Although he bore plenty of battle scars, Captain Hook was a good-looking guy, and he treated Mom like a queen. I can see now why she was so into him, but at fourteen, I was mortified by my stepdad, and it wasn’t just the crocodile. He was forced to wear the standard issue postal uniform during the week, but on his days off he dressed in knee-length breeches, stockings, a red frock coat, and a wide-brimmed hat with a plume. His hair was even longer than mine, and it curled into black ringlets. My mom never seemed to notice the things that set her husband apart from other people—she saw only the man who’d rescued her from a lonely, loveless existence.
We begin 2013 with our first redesign in decades. Take a look, and read Ann Fabian on the sad life of pioneering herpetologist Mary Cynthia Dickerson and Zhanna Vaynberg on growing up between cultures, along with fiction by Cody Peace Adams, Kim Adrian, Morris Collins, Jen Fawkes, Stephanie Friedman, and William Kelly Woolfitt; a review of Witold Gombrowicz by Piotr Florczyk; and poetry by Marianne Boruch.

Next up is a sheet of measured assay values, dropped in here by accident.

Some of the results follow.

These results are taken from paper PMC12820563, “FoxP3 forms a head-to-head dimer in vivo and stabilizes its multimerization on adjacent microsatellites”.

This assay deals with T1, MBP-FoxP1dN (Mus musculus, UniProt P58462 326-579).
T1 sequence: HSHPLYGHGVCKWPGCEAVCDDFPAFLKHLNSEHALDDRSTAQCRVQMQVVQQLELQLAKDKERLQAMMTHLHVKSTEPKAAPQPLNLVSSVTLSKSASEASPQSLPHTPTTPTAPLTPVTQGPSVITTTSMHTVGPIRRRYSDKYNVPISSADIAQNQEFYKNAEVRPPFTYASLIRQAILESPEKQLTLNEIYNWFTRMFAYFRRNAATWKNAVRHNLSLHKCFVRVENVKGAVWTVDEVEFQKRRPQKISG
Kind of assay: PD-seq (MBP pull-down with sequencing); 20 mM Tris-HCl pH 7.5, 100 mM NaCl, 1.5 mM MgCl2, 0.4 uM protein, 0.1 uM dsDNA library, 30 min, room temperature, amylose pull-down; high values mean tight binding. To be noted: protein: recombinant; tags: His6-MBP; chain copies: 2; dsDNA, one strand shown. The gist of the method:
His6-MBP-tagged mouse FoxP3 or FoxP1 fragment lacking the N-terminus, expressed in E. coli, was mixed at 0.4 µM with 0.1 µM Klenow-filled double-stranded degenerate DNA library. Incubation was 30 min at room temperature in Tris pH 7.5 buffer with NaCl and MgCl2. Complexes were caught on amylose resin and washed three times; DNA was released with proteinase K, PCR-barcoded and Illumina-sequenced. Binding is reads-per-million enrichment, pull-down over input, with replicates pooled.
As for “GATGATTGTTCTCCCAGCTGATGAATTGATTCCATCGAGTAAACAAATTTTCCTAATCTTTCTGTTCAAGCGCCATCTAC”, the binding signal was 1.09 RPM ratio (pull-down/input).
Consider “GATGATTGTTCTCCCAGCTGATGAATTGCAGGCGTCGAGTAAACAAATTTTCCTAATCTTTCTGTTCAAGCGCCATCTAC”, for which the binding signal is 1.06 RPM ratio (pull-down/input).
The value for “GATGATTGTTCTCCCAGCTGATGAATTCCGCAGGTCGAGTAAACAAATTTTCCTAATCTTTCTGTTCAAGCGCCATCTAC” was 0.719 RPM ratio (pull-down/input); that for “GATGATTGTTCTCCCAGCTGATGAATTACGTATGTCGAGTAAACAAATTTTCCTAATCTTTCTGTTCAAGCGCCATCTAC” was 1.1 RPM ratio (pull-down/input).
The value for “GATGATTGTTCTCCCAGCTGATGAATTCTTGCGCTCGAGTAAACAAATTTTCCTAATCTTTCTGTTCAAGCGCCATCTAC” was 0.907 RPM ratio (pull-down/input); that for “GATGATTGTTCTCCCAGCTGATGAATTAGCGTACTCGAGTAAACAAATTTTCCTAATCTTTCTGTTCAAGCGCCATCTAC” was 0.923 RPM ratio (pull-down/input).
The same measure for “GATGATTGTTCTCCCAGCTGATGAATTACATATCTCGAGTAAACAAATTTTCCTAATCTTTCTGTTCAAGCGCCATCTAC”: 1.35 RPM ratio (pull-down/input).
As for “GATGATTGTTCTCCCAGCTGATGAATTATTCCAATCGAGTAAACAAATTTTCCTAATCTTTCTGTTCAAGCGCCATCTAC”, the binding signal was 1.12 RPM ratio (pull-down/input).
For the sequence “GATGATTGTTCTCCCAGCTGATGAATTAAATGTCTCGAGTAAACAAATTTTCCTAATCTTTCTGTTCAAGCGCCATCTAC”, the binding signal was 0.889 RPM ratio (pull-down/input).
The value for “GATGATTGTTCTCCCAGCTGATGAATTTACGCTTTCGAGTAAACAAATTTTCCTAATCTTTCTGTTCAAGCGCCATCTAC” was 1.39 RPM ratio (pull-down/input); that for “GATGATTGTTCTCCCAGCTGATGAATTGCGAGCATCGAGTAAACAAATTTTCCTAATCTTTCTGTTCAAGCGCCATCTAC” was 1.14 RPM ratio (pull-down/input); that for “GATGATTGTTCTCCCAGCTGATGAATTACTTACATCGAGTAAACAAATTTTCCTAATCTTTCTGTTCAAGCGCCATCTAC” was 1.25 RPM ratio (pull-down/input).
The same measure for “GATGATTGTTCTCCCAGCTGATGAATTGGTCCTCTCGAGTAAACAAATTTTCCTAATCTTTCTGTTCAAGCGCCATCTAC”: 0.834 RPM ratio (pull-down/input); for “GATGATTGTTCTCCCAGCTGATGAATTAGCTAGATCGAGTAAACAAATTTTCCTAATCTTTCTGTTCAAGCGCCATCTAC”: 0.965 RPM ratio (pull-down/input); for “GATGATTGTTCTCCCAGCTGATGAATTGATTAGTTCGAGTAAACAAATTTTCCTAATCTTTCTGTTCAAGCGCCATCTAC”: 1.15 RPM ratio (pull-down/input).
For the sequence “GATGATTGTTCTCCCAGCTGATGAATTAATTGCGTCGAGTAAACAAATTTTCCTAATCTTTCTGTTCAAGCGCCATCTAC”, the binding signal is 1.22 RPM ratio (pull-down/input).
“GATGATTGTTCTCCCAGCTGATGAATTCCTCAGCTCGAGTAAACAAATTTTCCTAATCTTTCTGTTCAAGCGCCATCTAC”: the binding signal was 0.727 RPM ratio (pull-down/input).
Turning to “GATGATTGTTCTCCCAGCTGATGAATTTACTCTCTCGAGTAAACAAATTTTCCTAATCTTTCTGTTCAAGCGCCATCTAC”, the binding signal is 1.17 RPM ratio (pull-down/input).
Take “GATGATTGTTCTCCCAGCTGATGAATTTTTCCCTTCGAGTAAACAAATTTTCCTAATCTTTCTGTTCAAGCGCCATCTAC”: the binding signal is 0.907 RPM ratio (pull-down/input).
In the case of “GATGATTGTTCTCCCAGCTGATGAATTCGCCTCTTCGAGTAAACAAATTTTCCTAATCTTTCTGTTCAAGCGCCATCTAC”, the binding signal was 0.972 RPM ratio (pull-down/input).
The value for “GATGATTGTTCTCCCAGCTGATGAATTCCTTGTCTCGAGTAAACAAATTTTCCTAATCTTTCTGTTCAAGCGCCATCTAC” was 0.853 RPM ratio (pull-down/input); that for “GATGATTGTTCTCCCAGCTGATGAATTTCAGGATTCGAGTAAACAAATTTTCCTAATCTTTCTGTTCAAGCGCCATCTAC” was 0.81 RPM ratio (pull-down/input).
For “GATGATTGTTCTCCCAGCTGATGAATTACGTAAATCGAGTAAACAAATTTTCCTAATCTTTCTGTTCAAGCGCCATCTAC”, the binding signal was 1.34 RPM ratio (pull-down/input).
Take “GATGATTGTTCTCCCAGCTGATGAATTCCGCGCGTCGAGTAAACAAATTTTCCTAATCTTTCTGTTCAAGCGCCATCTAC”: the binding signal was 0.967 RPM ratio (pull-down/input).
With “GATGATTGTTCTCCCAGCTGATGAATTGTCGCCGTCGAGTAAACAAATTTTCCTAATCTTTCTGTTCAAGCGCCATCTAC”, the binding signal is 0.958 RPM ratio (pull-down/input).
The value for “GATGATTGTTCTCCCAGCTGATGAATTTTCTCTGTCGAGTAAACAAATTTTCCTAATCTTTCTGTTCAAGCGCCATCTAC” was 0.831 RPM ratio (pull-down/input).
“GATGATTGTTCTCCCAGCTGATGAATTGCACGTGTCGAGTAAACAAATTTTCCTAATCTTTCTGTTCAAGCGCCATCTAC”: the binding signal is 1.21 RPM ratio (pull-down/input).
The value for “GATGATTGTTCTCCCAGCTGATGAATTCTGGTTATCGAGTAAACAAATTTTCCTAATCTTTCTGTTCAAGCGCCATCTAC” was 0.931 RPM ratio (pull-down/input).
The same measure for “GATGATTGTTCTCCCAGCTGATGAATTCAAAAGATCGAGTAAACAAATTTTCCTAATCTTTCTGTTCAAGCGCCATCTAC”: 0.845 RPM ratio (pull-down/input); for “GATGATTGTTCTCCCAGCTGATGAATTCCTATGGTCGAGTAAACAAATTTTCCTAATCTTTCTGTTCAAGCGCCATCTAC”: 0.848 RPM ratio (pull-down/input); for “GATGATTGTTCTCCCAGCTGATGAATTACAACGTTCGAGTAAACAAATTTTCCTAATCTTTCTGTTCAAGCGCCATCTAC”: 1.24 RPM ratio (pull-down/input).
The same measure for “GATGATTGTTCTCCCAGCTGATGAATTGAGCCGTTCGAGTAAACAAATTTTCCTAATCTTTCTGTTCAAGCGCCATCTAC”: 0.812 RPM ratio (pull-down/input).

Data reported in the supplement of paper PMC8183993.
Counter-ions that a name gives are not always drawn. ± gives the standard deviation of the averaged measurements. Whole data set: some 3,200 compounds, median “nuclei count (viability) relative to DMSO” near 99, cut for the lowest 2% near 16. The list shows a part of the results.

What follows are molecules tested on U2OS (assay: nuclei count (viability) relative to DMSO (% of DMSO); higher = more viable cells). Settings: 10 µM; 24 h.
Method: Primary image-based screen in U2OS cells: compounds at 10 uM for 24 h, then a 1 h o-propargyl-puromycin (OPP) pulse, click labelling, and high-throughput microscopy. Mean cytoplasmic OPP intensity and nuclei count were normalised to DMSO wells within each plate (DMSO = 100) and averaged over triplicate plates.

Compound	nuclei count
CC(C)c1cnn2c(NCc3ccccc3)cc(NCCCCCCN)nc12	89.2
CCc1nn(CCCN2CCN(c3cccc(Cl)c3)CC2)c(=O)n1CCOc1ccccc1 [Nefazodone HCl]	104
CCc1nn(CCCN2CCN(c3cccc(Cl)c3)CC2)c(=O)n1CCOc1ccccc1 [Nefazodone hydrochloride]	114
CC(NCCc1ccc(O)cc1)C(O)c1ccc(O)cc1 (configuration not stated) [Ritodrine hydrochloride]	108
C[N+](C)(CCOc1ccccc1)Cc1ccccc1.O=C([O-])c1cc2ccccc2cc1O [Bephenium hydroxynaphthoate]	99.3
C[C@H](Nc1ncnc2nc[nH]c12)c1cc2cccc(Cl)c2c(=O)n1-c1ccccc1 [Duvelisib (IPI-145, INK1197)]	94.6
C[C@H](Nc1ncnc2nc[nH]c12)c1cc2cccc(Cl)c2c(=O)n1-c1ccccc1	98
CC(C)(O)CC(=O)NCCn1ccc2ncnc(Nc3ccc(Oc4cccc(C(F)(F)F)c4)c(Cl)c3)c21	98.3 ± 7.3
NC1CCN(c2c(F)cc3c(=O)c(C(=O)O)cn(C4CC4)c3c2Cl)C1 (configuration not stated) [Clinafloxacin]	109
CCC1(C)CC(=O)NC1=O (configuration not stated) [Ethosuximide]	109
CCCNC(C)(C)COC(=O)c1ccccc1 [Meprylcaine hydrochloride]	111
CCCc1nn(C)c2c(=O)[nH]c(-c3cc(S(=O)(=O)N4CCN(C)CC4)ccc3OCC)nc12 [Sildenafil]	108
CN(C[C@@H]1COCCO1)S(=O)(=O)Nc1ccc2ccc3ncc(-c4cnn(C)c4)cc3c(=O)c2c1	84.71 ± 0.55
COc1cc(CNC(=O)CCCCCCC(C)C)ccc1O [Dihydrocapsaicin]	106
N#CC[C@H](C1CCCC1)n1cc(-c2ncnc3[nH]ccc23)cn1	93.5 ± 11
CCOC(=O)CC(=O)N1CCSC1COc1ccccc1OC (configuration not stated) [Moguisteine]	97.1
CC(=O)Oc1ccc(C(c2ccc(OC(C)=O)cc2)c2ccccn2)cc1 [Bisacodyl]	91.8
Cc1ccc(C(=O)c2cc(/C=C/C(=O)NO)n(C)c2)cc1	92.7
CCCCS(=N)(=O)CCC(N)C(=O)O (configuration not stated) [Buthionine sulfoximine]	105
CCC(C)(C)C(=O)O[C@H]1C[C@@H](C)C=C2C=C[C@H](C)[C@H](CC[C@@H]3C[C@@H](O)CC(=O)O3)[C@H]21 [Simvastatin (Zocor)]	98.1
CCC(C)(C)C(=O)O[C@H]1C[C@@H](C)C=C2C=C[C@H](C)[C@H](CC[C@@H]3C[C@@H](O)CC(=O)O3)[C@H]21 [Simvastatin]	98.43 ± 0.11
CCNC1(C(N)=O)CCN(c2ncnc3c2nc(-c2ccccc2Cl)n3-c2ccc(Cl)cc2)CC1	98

From the Desert Wars,” is a special section of startling and deeply felt poetry written by American soldiers fresh from Iraq and Afghanistan,“trying to make sense of things,” including work by Benjamin Busch, Clint Garner, Bruce Lack, Hugh Martin, and Patrick Whalen.
In 1772, the twenty-six-year-old violinmaker Henry Whiteside began to build a lighthouse on a pile of rocks twenty miles off the coast of Pembrokeshire, Wales, called the Smalls. His design was unusual; the light perched on top of eight oak piers like the head of a stiff-legged octopus. Rather than making a solid base, Whiteside reasoned, he would let the force of the waves pass through the structure. But when the waves did so, the living quarters swayed violently; one visitor reported that a full bucket of water was half empty by the time he left. The force of the storm made each thing—bucket, glass, stove, table—resonant; it bent the lighthouse, shaping it into an instrument of music.
Tung-Hui Hu’s lyrical take on nineteenth-century life in a lighthouse off the coast of Wales, Craig McDaniel on color and perspective in Bonnard, Molly McQuade on Wim Wender’s tribute to Pina Bausch, Jeffrey Meyers on Thomas Mann in America.
Fiction by Mimi Herman, Sharona Muir, Dina Nayeri, Dalia Rosefeld, Charles Antin, Bipin Aurora, and Donald Yates.
Poetry by Angie Estes, Patricia Clark, Chris Cunningham, Sarah Messer, Nance Van Winckel, and Mark Wunderlich.